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Gift with reservation of benefits

Gift with reservation of benefits

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A new client of mine (single person), for family and cash flow reasons, gifted his mortgage free Principal Private Residence to his mother 8 years ago . The MV was then £450K. He continued to live there without paying any market rent and/or any other form of contributions to his mother. He did not have to pay any CGT 8 years ago as the asset was an "Exempt Asset". He is in a poor state of health and he could pass away within next 2 years. What is the Inheritance Tax situation please ?  Am I correct in assuming that "Surviving for 7 years" is red herring as the gift made 8 years ago failed due to anti avoidance rules of "Gifts with reservation of benefits". Making matters more complicated, his mother intends to sell the property now as she is the legal owner and registered as such at Land Registry. Will this make any difference to his Inheritance Tax situation arising, say in 18 months time ? With house sold (current MV £850K), he will move to his brother's home and with "Rewards and Benefits" attached to the original gift all ceasing.

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By Accountant A
15th Jun 2020 18:28

iycl

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By rezasamii
30th May 2020 15:25

I understand the mother had helped him substantially to acquire the property in the first place going back 25 years ago. But is this relevant to my query ?

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By Accountant A
15th Jun 2020 18:28

iucliu

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By Matrix
30th May 2020 15:30

If it is a GWRB and she keeps the proceeds wouldn’t they then be a PET?

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By Tax Dragon
31st May 2020 09:34

Where are you getting your information about the past transactions? Your new client's memory? His mother's? Copies of documents detailing advice they took at the time?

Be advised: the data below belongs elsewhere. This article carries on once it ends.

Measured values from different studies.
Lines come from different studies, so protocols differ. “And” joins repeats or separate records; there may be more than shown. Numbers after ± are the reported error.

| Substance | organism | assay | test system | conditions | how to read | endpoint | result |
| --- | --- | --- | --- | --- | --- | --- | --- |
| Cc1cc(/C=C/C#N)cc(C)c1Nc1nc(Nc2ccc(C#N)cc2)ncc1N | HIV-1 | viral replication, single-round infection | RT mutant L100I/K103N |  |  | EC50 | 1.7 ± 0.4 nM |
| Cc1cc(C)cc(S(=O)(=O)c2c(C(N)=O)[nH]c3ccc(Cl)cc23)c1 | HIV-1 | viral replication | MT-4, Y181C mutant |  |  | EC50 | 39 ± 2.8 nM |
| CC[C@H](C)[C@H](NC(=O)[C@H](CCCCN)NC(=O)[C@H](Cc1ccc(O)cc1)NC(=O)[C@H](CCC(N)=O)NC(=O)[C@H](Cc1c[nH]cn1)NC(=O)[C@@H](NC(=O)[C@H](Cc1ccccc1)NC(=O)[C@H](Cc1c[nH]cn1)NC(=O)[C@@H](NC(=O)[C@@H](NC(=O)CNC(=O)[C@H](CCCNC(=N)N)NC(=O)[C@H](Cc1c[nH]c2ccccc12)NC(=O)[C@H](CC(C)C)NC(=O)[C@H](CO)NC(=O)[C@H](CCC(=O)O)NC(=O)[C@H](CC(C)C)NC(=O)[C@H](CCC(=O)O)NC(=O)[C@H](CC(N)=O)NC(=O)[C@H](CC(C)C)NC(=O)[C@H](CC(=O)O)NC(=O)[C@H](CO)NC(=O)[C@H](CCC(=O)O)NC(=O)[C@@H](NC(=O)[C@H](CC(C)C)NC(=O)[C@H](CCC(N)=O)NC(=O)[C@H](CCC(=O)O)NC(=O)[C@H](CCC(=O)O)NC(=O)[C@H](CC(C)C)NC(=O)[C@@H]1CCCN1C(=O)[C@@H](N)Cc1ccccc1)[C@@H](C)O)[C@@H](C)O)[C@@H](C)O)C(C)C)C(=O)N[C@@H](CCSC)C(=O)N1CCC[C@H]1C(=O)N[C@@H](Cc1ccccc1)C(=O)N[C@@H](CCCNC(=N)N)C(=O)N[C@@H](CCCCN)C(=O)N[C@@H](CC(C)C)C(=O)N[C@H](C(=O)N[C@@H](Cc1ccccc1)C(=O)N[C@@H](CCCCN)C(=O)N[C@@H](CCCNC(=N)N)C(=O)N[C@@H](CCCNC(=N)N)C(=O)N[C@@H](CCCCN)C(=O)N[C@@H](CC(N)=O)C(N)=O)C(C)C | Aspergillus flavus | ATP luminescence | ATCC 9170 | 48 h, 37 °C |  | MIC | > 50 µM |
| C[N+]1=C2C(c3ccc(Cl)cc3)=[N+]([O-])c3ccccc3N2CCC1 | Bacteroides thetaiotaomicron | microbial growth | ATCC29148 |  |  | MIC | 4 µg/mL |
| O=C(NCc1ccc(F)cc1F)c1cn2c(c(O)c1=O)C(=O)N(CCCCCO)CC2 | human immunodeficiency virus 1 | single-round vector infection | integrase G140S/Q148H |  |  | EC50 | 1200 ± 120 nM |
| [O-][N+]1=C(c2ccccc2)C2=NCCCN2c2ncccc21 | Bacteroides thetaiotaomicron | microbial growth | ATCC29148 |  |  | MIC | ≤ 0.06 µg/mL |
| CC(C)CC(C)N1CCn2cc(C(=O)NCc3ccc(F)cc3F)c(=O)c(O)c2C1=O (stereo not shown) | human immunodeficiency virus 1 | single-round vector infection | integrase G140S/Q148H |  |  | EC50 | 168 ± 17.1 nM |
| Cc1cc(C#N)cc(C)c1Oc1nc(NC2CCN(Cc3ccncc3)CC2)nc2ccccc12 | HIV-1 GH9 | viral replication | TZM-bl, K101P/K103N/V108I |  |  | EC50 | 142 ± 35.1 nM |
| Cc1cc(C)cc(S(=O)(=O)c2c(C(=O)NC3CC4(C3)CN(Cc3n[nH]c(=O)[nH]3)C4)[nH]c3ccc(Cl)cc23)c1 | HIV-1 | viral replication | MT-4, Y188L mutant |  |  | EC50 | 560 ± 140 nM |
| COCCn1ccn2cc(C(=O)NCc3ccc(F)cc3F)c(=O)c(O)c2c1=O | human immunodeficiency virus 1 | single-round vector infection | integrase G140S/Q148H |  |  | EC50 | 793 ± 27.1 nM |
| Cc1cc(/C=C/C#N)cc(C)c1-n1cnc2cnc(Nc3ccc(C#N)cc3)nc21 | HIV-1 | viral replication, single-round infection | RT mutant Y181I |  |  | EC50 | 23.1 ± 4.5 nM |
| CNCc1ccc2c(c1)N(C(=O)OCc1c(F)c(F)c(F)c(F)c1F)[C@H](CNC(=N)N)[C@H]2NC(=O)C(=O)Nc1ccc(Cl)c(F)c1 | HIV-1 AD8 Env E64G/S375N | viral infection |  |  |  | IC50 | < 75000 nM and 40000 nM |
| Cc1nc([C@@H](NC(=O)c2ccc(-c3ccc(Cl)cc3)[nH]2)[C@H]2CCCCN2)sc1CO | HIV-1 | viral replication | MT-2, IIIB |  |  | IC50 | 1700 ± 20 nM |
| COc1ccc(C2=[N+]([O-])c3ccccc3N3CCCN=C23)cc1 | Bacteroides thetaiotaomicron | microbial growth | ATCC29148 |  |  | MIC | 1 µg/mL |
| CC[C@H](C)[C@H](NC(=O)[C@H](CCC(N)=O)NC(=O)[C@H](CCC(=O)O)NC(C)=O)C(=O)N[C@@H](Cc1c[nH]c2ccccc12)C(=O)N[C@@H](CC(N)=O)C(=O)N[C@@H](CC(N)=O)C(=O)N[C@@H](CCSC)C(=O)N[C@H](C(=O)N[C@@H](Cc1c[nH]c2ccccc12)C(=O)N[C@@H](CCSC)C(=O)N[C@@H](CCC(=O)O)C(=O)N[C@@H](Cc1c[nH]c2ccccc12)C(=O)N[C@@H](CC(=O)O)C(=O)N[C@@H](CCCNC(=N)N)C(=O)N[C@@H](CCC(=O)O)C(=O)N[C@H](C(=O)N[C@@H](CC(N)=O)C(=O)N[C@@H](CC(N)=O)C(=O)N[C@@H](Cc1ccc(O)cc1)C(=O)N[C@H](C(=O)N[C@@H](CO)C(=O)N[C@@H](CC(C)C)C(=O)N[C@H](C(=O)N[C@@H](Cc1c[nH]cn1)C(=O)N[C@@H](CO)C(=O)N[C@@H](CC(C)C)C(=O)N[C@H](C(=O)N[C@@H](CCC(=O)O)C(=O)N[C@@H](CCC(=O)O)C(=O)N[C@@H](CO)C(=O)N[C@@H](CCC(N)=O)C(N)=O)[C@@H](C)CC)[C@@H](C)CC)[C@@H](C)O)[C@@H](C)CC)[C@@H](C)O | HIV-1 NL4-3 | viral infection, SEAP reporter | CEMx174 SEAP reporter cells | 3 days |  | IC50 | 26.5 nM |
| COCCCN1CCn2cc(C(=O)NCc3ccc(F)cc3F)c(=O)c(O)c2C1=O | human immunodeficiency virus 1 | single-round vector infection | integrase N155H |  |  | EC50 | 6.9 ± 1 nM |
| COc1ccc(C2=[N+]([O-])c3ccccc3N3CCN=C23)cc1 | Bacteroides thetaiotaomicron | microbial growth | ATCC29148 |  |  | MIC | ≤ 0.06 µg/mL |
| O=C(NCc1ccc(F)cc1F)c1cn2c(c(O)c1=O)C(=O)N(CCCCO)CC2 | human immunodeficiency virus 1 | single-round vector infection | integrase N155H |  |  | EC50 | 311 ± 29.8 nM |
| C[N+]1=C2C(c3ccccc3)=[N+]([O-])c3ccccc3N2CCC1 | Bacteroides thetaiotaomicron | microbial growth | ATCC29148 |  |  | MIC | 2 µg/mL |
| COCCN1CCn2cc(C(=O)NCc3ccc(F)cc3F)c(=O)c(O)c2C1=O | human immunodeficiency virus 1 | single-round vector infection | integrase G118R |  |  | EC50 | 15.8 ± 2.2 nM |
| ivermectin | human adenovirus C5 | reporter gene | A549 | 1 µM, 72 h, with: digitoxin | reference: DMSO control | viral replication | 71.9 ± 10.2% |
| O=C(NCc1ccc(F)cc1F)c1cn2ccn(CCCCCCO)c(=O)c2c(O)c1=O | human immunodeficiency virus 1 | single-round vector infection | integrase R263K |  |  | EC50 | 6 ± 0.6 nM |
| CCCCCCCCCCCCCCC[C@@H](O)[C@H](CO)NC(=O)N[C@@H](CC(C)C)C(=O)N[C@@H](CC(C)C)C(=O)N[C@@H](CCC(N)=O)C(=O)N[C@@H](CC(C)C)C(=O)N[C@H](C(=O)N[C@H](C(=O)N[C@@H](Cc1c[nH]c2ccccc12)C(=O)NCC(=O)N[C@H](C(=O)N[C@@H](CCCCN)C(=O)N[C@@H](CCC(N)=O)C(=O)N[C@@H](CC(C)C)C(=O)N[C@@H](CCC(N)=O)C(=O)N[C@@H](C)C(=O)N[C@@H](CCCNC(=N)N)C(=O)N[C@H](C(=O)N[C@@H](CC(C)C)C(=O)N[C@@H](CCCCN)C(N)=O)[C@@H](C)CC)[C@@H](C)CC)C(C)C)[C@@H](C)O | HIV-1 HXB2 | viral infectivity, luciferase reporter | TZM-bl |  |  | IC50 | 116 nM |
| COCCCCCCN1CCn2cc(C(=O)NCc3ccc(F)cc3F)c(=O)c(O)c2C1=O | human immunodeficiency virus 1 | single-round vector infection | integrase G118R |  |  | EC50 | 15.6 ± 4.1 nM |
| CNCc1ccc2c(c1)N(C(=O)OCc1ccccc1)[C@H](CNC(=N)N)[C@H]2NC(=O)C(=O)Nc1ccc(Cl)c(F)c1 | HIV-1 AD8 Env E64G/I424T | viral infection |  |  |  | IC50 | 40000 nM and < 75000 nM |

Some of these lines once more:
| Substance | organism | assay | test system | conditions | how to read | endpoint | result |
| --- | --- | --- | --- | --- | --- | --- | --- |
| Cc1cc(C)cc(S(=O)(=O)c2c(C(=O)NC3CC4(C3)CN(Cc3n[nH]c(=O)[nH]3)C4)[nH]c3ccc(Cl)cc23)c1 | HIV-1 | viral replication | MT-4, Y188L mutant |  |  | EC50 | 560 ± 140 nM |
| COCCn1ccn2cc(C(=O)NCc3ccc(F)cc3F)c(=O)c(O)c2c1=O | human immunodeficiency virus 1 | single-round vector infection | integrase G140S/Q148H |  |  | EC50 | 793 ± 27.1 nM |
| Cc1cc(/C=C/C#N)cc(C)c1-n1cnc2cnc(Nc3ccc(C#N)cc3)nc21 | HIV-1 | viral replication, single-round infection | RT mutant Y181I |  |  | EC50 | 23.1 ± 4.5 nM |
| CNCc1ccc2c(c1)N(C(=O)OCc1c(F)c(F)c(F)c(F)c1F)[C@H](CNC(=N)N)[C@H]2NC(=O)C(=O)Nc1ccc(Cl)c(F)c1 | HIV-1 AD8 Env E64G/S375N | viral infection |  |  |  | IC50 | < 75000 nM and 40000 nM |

AA is right that the back story can have current tax effects (that's the whole point of doing tax planning, after all).

If what you have is a simple reservation of benefit situation with no other factors (by the way, I don't believe that's what you do have - you really need to investigate further), then as Matrix says there is a PET as and when the benefit is given up.

Say that PET is £844k and your new client dies next year with no other assets and no other relevant IHT transactions, that tax bill (£207,600, if I can read my writing on the back of this postage stamp) will (I would think.... though you might want to check this - maybe start another thread) fall on mother. Unlike in another current IHT thread, there's no IHT relief for the CGT she is due to pay on the sale.

Of course, mother is not your client. So I don't know what your obligations are to her. But the tax here is, to most normal people, a significant sum.

So you better find out both what your obligations are and what the back story really is.

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By Tax Dragon
31st May 2020 12:16

I had a further thought as the PET is deemed not real. So I had a quick look. IHTM04072 confirms theres no AE to reduce the PET. Tax could be £2,400 more than I said.

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